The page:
Crafting Identity: Connoisseurs and Collectors


(Note: I’ve posted comments and summaries of the texts of several books that I have had in my Master’s in Communications degree. This isn’t one of them, though it is by one the professors I have had for said degree. But it is the book I have most enjoyed reading from that academic background. I am sharing my own perspective on the book, and doubtless have missed much of the scholarly point and may even have misunderstood some of it. For the scholarly among you, I apologize for that. For the rest of you, I encourage you to read more deeply than you usually do with my “scholarly” reviews. This one is more fun, and more worth it.)

Chapter Five: Indian Arts, Connoisseurs, and Collectors

This chapter is harder for me to capture on first read. At least, it isn’t as easy for me to reduce down to something for a blog: gets a bit academic.

It is another story though. Shlossberg talks about traveling to Los Angeles (Anaheim) to collect masks that another mask-maker associate of his, Juan, had on display at the Anaheim Museum. The friend had the mask on display and for sale, but they hadn’t sold as he had hoped, so when Shlossberg drove him up to collect them, they stayed an extra week to try and sell some of them before taking the rest back.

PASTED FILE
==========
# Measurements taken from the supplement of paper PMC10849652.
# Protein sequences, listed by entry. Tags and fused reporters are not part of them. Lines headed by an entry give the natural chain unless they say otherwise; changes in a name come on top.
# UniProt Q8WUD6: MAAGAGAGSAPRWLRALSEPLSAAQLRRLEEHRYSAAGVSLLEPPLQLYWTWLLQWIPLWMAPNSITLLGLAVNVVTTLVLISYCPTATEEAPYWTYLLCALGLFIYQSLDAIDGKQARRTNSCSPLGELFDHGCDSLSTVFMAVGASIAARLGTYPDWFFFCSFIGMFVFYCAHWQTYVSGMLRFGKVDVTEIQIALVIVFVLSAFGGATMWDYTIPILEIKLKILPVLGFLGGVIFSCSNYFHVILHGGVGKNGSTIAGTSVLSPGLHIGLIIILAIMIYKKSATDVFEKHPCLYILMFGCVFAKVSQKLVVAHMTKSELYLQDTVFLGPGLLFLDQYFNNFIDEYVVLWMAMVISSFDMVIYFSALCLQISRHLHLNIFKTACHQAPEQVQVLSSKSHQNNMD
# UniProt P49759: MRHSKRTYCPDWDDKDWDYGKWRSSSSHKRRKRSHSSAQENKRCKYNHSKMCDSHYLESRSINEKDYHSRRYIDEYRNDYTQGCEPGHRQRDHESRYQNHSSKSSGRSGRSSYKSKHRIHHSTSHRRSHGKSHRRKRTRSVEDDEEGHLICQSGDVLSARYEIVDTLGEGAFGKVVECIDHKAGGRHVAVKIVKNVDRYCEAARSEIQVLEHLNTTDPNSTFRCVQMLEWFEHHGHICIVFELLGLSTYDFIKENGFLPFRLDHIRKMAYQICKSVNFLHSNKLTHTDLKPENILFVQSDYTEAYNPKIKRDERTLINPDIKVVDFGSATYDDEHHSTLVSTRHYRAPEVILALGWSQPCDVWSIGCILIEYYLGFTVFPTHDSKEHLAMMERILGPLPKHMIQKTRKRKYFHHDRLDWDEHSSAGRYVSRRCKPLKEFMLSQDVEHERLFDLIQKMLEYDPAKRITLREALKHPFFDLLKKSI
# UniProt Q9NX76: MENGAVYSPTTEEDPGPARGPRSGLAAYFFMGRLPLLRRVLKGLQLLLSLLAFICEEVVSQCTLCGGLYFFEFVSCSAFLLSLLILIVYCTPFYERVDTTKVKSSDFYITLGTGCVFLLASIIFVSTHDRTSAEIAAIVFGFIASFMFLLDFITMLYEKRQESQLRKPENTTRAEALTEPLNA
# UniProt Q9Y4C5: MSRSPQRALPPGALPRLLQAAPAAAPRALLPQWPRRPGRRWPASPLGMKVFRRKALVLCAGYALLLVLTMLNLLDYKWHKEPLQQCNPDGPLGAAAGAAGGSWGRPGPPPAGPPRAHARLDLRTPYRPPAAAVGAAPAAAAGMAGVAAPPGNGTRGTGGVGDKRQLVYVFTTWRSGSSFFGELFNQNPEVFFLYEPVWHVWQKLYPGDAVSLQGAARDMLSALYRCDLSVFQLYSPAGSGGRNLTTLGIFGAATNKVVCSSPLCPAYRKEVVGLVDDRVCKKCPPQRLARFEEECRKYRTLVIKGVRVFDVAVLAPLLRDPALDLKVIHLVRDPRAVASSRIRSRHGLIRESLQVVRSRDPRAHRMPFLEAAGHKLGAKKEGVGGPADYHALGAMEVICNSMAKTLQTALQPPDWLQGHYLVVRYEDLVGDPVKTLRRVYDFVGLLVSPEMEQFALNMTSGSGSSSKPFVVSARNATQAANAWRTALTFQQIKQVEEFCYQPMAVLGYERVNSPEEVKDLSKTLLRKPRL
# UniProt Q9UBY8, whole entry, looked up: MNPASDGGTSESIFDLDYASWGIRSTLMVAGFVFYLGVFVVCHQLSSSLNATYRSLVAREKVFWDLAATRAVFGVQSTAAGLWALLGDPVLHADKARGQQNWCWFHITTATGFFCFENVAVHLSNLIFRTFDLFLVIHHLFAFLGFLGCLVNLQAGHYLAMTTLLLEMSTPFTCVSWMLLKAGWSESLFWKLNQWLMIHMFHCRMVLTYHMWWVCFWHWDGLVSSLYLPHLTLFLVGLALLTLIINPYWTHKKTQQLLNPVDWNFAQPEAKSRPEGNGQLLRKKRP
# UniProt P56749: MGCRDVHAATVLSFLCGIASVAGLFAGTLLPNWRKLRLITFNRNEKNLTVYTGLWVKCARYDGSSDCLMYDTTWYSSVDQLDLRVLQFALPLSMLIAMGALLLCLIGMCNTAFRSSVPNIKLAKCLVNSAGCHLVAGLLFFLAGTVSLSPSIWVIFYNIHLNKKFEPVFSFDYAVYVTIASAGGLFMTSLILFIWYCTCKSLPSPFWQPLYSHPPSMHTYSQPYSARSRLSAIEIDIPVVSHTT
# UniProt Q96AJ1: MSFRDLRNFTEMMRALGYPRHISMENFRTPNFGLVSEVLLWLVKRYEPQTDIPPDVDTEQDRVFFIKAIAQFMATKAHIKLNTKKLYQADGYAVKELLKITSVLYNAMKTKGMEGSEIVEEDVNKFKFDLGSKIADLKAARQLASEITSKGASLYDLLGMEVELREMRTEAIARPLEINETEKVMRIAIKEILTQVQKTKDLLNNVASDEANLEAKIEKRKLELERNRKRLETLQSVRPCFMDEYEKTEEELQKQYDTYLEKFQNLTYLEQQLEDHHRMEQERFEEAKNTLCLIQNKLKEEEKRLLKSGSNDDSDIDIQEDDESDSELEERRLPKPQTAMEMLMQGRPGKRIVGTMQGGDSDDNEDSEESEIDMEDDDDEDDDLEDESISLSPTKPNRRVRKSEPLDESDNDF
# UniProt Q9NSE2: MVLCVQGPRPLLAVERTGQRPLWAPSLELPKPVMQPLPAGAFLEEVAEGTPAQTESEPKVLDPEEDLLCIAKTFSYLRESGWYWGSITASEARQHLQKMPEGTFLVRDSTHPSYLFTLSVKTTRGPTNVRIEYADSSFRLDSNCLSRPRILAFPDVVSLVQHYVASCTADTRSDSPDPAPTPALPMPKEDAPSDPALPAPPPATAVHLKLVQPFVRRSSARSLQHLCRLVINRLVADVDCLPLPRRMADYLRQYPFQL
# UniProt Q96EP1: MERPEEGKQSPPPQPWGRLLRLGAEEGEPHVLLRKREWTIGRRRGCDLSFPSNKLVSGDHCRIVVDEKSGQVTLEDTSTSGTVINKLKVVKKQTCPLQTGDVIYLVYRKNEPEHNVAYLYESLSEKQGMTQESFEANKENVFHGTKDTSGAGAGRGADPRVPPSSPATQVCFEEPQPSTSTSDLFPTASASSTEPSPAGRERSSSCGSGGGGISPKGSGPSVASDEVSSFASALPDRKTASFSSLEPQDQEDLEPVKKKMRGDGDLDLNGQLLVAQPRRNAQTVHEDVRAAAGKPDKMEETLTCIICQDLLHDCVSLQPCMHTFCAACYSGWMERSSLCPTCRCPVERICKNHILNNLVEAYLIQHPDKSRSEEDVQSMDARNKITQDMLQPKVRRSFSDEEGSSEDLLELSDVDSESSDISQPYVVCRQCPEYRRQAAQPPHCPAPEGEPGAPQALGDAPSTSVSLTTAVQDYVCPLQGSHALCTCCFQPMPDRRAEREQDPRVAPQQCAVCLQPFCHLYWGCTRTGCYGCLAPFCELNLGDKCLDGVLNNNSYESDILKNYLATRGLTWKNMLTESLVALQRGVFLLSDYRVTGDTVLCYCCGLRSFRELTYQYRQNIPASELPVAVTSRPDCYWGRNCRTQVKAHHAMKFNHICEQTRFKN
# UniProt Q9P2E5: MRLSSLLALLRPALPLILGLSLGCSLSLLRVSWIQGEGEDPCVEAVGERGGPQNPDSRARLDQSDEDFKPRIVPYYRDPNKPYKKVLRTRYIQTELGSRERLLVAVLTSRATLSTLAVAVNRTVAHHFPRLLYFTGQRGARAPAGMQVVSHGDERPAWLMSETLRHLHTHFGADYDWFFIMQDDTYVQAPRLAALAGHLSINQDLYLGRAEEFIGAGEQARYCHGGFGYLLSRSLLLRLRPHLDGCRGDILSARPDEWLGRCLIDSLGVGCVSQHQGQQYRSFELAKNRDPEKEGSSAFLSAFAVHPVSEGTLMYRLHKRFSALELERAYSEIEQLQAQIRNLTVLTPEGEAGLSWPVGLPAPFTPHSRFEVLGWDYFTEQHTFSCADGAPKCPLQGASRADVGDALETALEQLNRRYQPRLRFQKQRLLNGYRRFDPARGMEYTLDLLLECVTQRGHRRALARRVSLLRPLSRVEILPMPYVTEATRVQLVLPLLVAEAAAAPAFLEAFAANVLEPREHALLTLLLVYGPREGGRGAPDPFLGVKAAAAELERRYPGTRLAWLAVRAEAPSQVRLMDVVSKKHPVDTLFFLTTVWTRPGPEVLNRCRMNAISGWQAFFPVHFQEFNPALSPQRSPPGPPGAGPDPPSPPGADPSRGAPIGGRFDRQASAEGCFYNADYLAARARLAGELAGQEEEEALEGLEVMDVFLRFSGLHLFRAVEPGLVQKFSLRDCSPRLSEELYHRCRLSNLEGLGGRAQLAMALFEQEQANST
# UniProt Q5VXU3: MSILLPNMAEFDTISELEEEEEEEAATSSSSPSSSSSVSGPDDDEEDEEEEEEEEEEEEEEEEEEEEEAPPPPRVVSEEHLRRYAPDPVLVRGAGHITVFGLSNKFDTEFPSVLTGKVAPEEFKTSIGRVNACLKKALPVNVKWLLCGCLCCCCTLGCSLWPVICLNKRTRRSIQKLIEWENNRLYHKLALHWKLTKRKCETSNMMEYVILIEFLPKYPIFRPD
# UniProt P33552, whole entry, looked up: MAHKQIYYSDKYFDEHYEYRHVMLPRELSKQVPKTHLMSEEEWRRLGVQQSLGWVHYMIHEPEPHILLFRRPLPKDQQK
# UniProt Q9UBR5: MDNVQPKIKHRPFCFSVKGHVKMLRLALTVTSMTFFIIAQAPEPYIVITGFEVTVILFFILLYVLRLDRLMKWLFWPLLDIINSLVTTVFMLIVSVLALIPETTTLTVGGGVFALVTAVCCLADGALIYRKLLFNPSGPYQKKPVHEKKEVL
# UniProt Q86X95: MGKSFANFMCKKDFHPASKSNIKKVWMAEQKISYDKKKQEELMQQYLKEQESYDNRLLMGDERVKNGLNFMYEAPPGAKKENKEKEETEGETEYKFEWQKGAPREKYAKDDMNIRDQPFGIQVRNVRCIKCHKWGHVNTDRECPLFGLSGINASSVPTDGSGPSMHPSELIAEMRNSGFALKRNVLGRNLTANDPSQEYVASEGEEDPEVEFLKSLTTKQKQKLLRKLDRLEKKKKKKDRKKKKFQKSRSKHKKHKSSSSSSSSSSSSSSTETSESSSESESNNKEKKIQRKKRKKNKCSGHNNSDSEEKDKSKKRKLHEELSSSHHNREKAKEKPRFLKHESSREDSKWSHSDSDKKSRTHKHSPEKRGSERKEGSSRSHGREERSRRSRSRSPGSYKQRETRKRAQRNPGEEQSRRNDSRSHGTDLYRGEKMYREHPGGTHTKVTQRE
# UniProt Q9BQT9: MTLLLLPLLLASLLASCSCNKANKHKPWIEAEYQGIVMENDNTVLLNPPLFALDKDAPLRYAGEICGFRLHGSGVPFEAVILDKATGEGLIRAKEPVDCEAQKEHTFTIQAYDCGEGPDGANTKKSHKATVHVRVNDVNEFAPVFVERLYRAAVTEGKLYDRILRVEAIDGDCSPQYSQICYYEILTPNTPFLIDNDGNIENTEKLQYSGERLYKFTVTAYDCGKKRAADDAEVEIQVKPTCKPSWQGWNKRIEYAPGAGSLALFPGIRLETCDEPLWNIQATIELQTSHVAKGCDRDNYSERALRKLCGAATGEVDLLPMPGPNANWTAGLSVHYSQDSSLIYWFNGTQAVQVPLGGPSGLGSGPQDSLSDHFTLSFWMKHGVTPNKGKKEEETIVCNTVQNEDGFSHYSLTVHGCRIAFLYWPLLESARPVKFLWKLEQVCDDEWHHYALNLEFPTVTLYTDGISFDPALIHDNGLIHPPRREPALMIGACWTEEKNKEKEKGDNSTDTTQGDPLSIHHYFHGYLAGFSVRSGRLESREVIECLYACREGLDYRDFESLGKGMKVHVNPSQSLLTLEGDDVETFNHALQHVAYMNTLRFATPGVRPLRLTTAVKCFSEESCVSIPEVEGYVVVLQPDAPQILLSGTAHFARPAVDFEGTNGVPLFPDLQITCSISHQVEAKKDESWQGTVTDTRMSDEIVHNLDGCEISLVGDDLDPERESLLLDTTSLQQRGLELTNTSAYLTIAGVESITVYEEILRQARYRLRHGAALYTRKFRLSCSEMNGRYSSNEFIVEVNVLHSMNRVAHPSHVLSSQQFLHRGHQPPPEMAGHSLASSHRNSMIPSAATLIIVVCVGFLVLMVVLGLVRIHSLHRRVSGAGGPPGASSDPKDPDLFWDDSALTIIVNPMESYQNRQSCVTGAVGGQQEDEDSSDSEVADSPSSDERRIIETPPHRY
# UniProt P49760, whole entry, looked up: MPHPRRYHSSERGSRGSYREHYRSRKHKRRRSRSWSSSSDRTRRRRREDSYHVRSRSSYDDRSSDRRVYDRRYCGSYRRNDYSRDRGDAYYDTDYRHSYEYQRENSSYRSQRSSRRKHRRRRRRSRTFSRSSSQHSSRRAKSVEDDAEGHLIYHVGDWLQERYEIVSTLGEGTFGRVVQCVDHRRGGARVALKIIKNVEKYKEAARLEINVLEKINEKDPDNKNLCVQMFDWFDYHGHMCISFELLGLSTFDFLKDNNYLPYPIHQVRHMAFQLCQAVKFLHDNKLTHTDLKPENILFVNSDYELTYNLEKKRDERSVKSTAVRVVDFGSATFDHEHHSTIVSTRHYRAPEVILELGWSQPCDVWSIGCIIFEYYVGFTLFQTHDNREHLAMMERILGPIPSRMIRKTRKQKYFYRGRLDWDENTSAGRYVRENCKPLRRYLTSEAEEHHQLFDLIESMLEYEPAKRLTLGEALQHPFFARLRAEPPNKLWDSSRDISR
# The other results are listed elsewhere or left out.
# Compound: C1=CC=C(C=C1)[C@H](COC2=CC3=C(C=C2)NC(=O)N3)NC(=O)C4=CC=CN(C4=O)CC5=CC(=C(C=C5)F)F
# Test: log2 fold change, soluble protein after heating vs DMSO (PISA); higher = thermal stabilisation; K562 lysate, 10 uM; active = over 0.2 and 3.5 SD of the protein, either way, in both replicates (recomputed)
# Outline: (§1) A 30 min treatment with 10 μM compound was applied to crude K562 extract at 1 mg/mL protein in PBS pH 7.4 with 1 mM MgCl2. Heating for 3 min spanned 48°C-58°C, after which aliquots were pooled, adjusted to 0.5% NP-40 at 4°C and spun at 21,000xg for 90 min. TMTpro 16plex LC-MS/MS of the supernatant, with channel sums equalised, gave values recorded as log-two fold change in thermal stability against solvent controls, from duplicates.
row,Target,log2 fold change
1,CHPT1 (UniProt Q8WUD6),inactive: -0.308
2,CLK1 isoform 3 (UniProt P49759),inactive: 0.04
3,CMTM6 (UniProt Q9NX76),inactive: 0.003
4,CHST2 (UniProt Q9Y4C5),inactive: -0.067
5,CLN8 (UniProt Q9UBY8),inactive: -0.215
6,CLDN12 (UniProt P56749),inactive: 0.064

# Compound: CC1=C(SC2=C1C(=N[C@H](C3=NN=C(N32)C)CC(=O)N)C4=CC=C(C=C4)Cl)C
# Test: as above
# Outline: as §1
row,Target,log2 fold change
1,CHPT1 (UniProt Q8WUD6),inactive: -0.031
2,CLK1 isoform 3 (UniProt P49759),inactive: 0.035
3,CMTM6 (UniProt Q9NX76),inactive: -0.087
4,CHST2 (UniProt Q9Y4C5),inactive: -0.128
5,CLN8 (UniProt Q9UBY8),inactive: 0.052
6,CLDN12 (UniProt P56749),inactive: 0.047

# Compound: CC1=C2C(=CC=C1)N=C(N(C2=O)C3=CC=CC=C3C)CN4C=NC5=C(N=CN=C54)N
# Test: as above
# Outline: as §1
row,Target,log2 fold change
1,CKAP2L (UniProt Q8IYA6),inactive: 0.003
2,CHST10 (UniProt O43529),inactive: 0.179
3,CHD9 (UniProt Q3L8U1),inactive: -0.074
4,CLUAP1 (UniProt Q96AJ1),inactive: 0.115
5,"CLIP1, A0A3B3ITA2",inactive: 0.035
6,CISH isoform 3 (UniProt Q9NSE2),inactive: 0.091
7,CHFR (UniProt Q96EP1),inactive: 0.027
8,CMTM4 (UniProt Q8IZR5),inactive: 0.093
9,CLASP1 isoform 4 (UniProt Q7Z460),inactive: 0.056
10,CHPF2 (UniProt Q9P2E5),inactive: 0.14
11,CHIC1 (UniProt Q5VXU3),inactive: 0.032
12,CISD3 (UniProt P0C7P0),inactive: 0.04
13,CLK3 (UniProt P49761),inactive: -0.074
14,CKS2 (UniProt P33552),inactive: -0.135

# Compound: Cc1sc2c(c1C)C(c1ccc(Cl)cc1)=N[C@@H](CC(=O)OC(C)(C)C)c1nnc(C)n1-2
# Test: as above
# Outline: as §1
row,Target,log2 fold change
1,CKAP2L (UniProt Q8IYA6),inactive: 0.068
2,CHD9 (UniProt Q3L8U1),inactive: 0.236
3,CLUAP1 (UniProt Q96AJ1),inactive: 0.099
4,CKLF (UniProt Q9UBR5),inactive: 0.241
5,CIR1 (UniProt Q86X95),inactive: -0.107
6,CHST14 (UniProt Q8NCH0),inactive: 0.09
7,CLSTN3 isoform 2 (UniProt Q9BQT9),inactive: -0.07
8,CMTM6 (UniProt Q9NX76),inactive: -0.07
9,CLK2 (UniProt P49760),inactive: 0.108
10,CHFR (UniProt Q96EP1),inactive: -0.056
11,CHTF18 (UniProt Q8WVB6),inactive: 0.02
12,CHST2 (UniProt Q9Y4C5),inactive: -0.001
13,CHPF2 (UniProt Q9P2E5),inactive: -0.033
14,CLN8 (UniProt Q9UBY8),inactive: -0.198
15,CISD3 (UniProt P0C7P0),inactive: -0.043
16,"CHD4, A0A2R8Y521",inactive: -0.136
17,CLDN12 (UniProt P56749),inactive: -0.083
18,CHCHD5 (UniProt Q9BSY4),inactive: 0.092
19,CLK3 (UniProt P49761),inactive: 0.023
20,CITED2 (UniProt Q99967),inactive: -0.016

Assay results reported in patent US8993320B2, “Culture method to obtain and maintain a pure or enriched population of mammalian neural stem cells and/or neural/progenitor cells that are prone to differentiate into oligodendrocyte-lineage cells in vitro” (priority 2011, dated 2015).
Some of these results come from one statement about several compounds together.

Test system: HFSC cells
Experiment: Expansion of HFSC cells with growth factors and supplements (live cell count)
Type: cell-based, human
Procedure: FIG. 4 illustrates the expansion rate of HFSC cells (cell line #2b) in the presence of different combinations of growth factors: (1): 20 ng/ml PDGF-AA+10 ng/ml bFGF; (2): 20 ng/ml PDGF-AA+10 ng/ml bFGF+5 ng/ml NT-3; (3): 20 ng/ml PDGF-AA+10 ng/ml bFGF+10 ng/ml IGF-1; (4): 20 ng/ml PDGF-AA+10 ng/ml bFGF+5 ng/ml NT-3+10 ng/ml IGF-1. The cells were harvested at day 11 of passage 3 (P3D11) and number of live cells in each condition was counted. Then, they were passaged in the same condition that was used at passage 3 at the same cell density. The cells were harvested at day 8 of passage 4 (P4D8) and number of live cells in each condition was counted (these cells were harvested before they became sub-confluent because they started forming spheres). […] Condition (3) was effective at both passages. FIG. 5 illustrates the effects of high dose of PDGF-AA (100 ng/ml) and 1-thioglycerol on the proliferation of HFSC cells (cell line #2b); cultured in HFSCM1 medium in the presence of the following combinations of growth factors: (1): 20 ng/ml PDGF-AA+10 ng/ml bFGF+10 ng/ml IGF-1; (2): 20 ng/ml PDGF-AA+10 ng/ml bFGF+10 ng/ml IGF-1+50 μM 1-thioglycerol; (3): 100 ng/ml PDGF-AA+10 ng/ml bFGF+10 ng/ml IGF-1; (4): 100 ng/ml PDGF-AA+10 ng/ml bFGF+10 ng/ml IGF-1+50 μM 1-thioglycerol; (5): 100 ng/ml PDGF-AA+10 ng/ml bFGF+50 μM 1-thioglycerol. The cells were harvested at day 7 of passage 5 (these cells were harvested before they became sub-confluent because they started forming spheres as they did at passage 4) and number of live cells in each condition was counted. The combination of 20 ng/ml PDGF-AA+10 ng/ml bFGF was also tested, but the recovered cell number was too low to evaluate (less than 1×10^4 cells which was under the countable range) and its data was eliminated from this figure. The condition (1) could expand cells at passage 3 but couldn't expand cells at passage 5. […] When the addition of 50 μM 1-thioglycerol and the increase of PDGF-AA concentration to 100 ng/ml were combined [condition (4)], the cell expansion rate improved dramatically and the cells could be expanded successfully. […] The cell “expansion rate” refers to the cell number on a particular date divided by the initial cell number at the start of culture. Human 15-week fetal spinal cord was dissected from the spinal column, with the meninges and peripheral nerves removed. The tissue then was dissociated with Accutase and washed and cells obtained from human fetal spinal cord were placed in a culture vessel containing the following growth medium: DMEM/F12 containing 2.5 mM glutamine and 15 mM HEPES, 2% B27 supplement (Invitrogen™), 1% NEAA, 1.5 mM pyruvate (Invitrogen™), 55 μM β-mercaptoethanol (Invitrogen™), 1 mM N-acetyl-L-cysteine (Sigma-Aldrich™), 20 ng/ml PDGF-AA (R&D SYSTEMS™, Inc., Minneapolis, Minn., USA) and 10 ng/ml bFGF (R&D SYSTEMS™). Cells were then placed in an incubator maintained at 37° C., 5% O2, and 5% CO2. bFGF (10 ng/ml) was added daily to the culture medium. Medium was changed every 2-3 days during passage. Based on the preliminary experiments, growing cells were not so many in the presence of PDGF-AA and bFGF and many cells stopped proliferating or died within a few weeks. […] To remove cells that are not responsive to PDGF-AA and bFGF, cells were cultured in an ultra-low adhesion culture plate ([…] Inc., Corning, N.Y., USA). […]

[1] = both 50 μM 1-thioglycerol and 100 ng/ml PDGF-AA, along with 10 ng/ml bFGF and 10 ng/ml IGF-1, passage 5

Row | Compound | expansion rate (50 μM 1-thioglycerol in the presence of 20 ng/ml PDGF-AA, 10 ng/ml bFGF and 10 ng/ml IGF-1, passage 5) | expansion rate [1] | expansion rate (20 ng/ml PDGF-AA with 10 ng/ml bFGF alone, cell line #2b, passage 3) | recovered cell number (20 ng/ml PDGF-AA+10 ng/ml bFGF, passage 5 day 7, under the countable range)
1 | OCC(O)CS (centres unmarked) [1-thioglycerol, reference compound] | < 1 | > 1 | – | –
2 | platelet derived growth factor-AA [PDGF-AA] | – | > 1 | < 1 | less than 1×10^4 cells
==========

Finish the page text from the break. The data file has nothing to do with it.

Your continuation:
Instead, Shlossberg ended up making contacts with a lot of collectors that wanted to speak to him as an academic, but didn’t want to talk to talk to Juan as a mask maker. They saw Juan as an inauthentic maskmaker, and wanted to explain to Shlossberg why, and the sort of scholarship he should be doing.

They all depended upon various books of scholarship that supported the theories and collections that they had been making. It is sort of like a recursive loop, the book supports the mask, which supports the book. All of it follows one version or another of the Indian Tale that is at the heart of Shlossberg’s study. If the Indian Tale fell apart, so would these collector’s collections, so they have a vested interest in the orthodox version of the scholarship. Whenever someone gets the scholarship wrong in one point or another, they correct them, individually and as a group.


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